Mangaluru: Locals allege fish oil units at Kotepura polluting sea, river

Mohan Kuthar

Daijiworld Media Network – Mangalore (SP / DV)

Mangalore, October 16: Locals have claimed that fish oil production facilities located in Kotepura caused the pollution of the river and sea.

After installing the breakwater in the Ullal and Bengre regions, Ullal began to suffer from marine erosion, they said. “Later, in 1991, the lime kilns used to dry fish and fish oil factories that operated in the Kotepura area were evacuated. The area was later identified as CRZ-1 and converted to fish oil factories. After 14 fish oil factories started their operations here the area suffered from high levels of pollution and 200 to 300 houses in Kotepura had problems, “they said.

Ismail Podimonu, a social worker, had lodged a complaint with the sub-department head’s court. The owners of fish oil plants, in the presence of the environmental officer, agreed to build an environmental treatment plant and to build such a plant for 14 factories at a cost of around 40 rupees. After this unit was established, pollution in the sea and rivers decreased, but now the waste from the factories is back in the sea, local people complained.

Kotepura people say the factories agreed to plant eucalyptus trees according to the agreement before the subdivision official’s court, but this condition was not respected. The factories should install a rule engine that the environmental authorities should inspect and report every month. This is not done either. The express power line connection for factories can be dangerous at any time, they said.

Santosh, a fisherman from Mogaveerapatna, says that the motorists who bring fish to the factories throw water on the road, creating a terrible stench that envelops the whole area. Even after a complaint with the police, the stinking water is still being poured, he added.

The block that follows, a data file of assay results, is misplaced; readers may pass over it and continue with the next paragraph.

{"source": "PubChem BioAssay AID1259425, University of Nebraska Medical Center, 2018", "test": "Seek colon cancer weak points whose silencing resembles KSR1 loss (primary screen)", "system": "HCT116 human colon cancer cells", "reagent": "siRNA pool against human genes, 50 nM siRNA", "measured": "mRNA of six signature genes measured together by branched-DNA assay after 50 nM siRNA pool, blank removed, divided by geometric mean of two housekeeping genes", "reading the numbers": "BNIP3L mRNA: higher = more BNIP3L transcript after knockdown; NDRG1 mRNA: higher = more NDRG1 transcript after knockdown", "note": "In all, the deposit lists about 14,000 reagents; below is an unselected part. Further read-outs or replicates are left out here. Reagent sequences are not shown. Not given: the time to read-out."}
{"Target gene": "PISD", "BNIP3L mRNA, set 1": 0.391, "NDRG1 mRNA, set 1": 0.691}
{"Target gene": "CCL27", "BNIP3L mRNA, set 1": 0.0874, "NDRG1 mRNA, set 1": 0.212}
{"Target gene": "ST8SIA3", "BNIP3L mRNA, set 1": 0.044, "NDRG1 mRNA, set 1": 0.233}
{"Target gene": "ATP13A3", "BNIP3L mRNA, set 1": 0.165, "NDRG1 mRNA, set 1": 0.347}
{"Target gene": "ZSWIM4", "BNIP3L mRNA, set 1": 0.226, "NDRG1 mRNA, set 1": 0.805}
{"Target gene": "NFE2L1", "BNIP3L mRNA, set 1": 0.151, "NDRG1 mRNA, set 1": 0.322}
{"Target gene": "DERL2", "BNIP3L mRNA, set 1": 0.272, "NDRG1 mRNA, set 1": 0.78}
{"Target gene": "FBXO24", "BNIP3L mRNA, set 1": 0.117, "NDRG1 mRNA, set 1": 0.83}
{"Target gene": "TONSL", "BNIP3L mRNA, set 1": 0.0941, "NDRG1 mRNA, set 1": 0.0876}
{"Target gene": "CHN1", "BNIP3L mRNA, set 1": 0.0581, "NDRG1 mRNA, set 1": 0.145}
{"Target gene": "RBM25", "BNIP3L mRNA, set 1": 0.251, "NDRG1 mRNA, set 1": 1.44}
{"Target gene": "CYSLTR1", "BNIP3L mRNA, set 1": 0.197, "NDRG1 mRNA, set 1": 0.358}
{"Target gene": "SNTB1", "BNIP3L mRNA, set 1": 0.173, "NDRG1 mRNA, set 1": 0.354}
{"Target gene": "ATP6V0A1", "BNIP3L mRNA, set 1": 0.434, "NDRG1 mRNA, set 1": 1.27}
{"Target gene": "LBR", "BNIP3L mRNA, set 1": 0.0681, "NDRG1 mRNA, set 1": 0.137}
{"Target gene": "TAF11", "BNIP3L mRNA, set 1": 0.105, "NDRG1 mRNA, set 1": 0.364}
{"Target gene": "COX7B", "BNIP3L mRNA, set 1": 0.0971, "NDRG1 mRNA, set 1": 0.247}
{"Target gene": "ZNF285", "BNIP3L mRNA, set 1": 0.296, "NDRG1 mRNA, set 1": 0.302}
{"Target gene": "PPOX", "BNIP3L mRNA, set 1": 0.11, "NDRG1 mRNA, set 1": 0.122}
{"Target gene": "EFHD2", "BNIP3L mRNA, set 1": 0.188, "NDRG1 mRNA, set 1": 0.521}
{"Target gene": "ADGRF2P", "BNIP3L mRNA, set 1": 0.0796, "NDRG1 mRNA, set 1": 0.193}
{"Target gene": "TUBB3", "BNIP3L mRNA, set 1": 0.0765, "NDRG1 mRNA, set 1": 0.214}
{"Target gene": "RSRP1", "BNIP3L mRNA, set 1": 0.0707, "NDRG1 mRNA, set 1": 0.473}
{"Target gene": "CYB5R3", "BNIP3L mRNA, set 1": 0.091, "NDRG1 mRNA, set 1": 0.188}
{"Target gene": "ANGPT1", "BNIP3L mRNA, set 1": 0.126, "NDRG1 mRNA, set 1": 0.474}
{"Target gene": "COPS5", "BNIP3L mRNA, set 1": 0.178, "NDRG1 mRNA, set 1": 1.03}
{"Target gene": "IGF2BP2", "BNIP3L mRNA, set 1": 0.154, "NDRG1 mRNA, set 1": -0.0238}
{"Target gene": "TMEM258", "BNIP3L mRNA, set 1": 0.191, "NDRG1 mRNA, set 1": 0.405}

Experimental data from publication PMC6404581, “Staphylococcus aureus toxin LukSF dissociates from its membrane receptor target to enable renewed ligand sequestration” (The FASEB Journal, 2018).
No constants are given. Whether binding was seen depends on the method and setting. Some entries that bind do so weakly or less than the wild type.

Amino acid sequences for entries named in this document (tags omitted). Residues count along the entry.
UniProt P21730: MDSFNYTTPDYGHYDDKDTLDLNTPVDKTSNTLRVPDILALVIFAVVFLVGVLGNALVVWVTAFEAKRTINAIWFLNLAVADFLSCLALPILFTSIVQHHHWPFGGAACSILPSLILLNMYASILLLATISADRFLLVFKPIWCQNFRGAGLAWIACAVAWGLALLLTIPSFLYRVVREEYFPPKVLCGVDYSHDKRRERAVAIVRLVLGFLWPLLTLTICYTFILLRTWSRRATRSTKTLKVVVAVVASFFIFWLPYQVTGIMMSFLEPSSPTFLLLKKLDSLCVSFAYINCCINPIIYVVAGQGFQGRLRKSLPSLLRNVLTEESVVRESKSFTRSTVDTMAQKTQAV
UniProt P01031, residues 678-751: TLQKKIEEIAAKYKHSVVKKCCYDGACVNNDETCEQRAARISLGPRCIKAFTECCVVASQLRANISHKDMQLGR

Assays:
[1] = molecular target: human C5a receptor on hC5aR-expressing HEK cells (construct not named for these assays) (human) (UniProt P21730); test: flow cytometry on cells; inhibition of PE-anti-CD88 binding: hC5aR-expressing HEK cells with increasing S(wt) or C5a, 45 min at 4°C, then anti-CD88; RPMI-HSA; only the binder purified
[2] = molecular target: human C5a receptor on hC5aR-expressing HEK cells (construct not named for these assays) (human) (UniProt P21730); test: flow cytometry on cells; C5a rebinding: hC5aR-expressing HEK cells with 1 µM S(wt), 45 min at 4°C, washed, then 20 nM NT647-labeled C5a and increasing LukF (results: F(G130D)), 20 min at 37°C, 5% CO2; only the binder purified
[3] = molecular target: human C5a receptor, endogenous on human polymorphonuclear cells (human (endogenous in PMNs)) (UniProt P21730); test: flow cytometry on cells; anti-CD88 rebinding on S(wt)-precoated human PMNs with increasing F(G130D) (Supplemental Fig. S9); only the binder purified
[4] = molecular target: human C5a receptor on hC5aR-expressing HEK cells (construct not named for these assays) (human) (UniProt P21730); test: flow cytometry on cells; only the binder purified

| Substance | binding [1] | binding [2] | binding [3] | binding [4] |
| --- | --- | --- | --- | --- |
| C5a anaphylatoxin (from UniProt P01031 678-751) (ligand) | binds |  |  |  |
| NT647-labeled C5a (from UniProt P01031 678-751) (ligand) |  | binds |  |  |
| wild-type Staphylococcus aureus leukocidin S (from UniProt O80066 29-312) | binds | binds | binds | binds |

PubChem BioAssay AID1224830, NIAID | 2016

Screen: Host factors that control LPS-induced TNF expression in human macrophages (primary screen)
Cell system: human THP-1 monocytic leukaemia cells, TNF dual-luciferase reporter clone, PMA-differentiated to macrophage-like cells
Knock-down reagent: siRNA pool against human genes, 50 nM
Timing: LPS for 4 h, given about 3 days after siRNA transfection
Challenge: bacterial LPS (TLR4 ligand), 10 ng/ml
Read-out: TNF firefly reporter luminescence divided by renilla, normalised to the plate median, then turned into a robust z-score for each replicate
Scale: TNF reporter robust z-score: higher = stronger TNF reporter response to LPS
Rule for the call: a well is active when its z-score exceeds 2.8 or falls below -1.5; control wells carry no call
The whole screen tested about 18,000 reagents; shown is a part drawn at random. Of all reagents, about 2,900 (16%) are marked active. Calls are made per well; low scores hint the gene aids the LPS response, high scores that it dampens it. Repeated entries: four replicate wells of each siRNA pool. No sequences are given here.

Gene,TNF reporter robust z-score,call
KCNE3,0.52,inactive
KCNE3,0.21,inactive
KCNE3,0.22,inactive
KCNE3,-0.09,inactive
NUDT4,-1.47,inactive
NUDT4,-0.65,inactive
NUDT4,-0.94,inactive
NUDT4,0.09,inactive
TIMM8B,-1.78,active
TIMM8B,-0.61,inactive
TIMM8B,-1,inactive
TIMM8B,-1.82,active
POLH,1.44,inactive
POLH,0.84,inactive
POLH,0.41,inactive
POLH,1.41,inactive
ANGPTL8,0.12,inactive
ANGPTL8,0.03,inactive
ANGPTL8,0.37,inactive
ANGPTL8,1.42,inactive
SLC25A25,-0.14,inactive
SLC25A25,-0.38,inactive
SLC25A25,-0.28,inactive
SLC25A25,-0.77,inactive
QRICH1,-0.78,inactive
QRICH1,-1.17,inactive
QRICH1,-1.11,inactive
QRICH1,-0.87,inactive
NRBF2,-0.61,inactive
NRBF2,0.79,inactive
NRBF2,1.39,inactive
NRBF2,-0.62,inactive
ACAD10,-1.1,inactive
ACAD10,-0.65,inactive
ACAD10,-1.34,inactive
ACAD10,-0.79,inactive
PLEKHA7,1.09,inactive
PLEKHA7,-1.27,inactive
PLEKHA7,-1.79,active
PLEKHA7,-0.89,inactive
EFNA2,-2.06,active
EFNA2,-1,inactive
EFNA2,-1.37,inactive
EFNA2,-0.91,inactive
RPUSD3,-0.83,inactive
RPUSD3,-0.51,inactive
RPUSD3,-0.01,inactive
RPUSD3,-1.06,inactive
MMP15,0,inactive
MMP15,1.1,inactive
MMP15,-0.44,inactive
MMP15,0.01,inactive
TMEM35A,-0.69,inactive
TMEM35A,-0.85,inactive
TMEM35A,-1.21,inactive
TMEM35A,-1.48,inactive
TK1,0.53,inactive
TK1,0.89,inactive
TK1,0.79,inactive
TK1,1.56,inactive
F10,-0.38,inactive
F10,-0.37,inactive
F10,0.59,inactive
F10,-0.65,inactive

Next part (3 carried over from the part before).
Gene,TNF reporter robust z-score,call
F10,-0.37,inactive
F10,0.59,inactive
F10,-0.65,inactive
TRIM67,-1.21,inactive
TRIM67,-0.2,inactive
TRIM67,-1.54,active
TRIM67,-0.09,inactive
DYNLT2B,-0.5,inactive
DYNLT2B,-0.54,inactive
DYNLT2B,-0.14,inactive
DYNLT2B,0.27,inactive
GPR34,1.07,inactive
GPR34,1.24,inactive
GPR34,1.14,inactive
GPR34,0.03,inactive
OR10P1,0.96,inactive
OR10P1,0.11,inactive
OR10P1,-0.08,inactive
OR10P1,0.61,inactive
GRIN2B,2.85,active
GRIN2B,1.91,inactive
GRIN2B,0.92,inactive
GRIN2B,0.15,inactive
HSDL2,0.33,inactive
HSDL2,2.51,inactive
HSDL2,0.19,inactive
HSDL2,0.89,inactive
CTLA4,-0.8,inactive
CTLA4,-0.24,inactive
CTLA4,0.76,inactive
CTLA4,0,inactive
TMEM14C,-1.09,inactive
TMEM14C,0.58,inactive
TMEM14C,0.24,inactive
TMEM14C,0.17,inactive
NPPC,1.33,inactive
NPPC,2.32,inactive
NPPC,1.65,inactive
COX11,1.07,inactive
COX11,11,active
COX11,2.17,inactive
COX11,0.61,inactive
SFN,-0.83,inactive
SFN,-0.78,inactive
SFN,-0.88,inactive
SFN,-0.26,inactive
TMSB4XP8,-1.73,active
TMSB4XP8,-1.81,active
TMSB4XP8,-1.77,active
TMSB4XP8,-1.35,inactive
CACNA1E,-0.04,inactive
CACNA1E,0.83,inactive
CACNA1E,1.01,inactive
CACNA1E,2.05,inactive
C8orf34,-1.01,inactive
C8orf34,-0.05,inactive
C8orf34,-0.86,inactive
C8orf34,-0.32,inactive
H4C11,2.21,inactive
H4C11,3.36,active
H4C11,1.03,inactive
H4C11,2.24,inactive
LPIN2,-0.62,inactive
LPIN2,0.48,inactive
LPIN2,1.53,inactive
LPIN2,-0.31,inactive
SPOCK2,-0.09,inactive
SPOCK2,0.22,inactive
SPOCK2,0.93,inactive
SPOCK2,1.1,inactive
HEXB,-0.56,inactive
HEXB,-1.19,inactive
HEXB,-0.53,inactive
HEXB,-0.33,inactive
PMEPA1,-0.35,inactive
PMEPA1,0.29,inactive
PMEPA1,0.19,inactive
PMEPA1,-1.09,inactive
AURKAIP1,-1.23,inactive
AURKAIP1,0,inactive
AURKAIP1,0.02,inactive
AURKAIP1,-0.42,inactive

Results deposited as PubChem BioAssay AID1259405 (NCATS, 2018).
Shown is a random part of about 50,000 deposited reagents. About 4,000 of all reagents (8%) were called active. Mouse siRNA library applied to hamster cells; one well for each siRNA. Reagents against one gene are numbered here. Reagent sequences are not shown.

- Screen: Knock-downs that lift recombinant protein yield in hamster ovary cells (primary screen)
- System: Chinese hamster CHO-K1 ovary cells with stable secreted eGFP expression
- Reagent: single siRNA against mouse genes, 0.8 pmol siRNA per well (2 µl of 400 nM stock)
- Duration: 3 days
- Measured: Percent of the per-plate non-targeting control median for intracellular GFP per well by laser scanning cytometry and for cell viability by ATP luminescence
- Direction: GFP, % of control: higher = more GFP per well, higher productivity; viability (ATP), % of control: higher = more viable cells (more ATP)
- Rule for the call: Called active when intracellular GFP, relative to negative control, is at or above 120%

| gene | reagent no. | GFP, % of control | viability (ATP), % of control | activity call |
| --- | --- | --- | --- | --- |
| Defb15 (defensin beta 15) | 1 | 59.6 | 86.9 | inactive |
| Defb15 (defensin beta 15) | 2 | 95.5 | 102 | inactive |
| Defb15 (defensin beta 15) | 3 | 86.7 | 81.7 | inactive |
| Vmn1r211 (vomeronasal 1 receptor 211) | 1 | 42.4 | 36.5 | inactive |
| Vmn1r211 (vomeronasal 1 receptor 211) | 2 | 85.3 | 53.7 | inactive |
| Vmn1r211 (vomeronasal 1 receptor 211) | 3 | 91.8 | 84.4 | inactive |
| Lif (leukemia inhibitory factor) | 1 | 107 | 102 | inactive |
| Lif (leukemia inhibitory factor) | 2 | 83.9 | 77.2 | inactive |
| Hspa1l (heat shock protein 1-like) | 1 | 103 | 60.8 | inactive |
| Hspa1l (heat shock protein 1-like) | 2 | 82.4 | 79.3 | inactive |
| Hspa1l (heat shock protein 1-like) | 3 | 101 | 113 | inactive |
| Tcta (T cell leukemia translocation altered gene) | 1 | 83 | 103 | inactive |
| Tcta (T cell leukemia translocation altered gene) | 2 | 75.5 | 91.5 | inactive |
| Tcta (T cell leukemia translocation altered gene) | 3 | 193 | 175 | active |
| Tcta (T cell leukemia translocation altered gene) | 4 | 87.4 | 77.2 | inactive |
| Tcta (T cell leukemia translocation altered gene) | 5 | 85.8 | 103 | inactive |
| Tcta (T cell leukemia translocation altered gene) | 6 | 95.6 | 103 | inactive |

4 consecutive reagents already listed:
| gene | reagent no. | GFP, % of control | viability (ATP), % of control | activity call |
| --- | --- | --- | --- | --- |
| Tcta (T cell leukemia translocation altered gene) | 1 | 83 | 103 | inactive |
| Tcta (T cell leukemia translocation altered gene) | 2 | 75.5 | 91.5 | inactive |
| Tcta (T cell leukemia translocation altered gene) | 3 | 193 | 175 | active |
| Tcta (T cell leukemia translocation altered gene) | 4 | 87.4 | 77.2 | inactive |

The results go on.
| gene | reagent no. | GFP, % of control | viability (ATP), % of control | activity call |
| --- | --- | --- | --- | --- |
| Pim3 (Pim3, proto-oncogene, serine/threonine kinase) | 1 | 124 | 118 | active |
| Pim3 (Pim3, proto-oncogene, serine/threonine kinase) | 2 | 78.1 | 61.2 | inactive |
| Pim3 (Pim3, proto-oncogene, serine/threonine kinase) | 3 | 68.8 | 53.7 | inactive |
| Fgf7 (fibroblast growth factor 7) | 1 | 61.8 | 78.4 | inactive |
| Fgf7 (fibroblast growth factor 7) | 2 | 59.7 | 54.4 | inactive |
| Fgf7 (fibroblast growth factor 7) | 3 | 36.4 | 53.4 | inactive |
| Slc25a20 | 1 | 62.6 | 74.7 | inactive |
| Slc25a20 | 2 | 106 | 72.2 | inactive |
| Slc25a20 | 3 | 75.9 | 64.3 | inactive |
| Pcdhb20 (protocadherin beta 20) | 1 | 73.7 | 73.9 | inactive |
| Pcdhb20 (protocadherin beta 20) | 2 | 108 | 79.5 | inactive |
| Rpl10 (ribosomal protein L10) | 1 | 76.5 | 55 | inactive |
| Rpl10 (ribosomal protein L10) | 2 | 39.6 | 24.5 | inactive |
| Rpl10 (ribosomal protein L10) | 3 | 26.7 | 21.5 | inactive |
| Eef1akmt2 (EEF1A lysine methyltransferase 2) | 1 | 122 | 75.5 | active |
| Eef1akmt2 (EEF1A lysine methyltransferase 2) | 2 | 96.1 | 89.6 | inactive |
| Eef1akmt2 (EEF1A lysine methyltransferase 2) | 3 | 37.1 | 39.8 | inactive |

Over 500 local and other workers work in these 14 factories. The boilers are located in the immediate vicinity of the furnaces, which is dangerous. Safety measures should be taken and workers should be given safety, the workers demanded.

The activist of the People’s Union for Civil Liberties, Kabir Ullal, had turned to the bank of the National Green Tribunal in Chennai about the said pollution. The tribunal that took the case ordered the factories to be closed in 2016 as they fall under CRZ rules and the reports submitted have shown the pollution. But the owners of the factories have challenged the order to the Supreme Court, where the verdict is pending.

In an interview with Daijiworld, HK Khader, President of the Fish Oil Mill Association, said: “Normally there is a fish odor while the vehicles are transporting the fish to the fish oil plants. It is not up to the production to install bio-filters in the systems, there is no odor nuisance during production.

“The people who complain will continue to complain. It will never end. These people are after us personally. There is a pollution control department that takes care of these matters. All of these questions are monitored by the state and the central environmental authority via the online system. If there is a problem, they will notify us. There is no fish odor in any system during production.

“In the past, wastewater was discharged into the sea after treatment. But now we are producing by-products from wastewater. The water we drain is condensed. Meanwhile, the production of fish oil has become a competitive business. If you do not use the wastewater for by-products, you have to accept rupee losses in the company. This business used to be limited to Mangaluru and Udupi. Several plants have now grown in Tamil Nadu. You have conquered the top position in production. Seven plants have also emerged in Kerala. There are also nearly 14 plants in Maharashtra, ”he said.

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